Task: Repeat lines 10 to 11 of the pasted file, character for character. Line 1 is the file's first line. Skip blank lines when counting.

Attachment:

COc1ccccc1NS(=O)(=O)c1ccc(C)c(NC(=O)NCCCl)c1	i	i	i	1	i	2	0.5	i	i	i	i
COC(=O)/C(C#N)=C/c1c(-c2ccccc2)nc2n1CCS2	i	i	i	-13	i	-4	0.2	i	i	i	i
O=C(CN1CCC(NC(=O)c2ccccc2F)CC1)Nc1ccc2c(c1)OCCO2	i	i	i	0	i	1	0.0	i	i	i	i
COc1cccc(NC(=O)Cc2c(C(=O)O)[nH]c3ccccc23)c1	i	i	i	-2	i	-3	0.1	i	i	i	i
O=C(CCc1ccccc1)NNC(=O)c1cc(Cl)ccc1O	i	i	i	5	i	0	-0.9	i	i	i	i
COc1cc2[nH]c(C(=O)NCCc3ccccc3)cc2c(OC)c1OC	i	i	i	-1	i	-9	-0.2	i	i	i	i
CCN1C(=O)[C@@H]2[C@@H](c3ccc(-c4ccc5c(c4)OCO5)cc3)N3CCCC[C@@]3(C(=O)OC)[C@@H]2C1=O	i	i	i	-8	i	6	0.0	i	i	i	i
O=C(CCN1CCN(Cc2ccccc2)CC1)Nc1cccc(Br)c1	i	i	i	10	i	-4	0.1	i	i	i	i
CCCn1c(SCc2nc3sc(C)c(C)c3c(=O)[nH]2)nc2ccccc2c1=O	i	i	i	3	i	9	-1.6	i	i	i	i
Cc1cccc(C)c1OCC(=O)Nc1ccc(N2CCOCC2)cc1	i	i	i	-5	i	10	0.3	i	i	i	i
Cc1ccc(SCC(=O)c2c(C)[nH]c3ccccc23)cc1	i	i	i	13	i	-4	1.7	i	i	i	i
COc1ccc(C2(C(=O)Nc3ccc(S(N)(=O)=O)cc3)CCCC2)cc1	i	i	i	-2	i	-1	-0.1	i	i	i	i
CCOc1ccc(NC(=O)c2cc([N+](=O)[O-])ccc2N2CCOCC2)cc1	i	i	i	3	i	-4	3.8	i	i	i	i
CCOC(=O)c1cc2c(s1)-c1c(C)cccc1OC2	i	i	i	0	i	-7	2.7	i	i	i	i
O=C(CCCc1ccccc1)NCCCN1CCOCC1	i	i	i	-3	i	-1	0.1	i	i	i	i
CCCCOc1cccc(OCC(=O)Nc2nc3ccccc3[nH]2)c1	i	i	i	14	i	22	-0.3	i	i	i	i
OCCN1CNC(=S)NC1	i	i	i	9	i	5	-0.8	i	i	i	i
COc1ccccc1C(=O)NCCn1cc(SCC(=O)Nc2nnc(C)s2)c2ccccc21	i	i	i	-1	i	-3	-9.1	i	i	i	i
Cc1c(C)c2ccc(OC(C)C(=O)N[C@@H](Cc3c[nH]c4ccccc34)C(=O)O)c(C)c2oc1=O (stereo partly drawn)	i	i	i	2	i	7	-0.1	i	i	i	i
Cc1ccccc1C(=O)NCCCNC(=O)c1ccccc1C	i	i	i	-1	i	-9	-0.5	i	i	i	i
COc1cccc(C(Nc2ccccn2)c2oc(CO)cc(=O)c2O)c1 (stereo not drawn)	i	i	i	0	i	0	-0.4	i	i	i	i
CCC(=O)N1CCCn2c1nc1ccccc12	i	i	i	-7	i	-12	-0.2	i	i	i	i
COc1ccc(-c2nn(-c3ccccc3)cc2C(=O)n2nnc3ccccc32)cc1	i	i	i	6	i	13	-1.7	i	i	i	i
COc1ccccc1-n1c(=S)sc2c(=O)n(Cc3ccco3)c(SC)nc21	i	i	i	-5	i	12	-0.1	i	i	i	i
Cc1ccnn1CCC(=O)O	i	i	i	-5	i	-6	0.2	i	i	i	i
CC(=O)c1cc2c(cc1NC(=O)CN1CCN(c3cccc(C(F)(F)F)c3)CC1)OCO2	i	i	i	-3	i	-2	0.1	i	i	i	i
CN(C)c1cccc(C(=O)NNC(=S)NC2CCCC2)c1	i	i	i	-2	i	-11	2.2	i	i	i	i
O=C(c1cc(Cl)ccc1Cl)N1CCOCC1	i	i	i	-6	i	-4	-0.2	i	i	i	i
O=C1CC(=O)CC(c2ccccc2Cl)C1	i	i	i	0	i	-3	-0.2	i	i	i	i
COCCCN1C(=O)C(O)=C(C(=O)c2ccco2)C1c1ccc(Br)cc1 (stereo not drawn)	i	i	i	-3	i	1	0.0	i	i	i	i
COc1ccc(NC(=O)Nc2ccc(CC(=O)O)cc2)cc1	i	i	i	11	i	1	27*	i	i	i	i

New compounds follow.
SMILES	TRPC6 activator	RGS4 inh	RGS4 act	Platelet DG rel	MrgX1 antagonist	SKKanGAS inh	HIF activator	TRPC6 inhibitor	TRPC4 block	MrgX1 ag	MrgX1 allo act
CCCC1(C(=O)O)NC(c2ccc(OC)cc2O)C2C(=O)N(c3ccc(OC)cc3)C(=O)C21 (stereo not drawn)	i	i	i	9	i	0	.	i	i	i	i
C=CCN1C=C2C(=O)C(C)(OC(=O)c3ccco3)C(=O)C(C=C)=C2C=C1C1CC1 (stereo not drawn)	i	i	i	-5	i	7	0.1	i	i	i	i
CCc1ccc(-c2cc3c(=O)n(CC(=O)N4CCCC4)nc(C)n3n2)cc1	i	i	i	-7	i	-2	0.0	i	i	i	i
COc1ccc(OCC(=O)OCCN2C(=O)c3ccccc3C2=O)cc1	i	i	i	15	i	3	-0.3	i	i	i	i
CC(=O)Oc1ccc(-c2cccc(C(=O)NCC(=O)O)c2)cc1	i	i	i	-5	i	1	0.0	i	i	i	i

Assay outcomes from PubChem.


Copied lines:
Cc1cccc(C)c1OCC(=O)Nc1ccc(N2CCOCC2)cc1	i	i	i	-5	i	10	0.3	i	i	i	i
Cc1ccc(SCC(=O)c2c(C)[nH]c3ccccc23)cc1	i	i	i	13	i	-4	1.7	i	i	i	i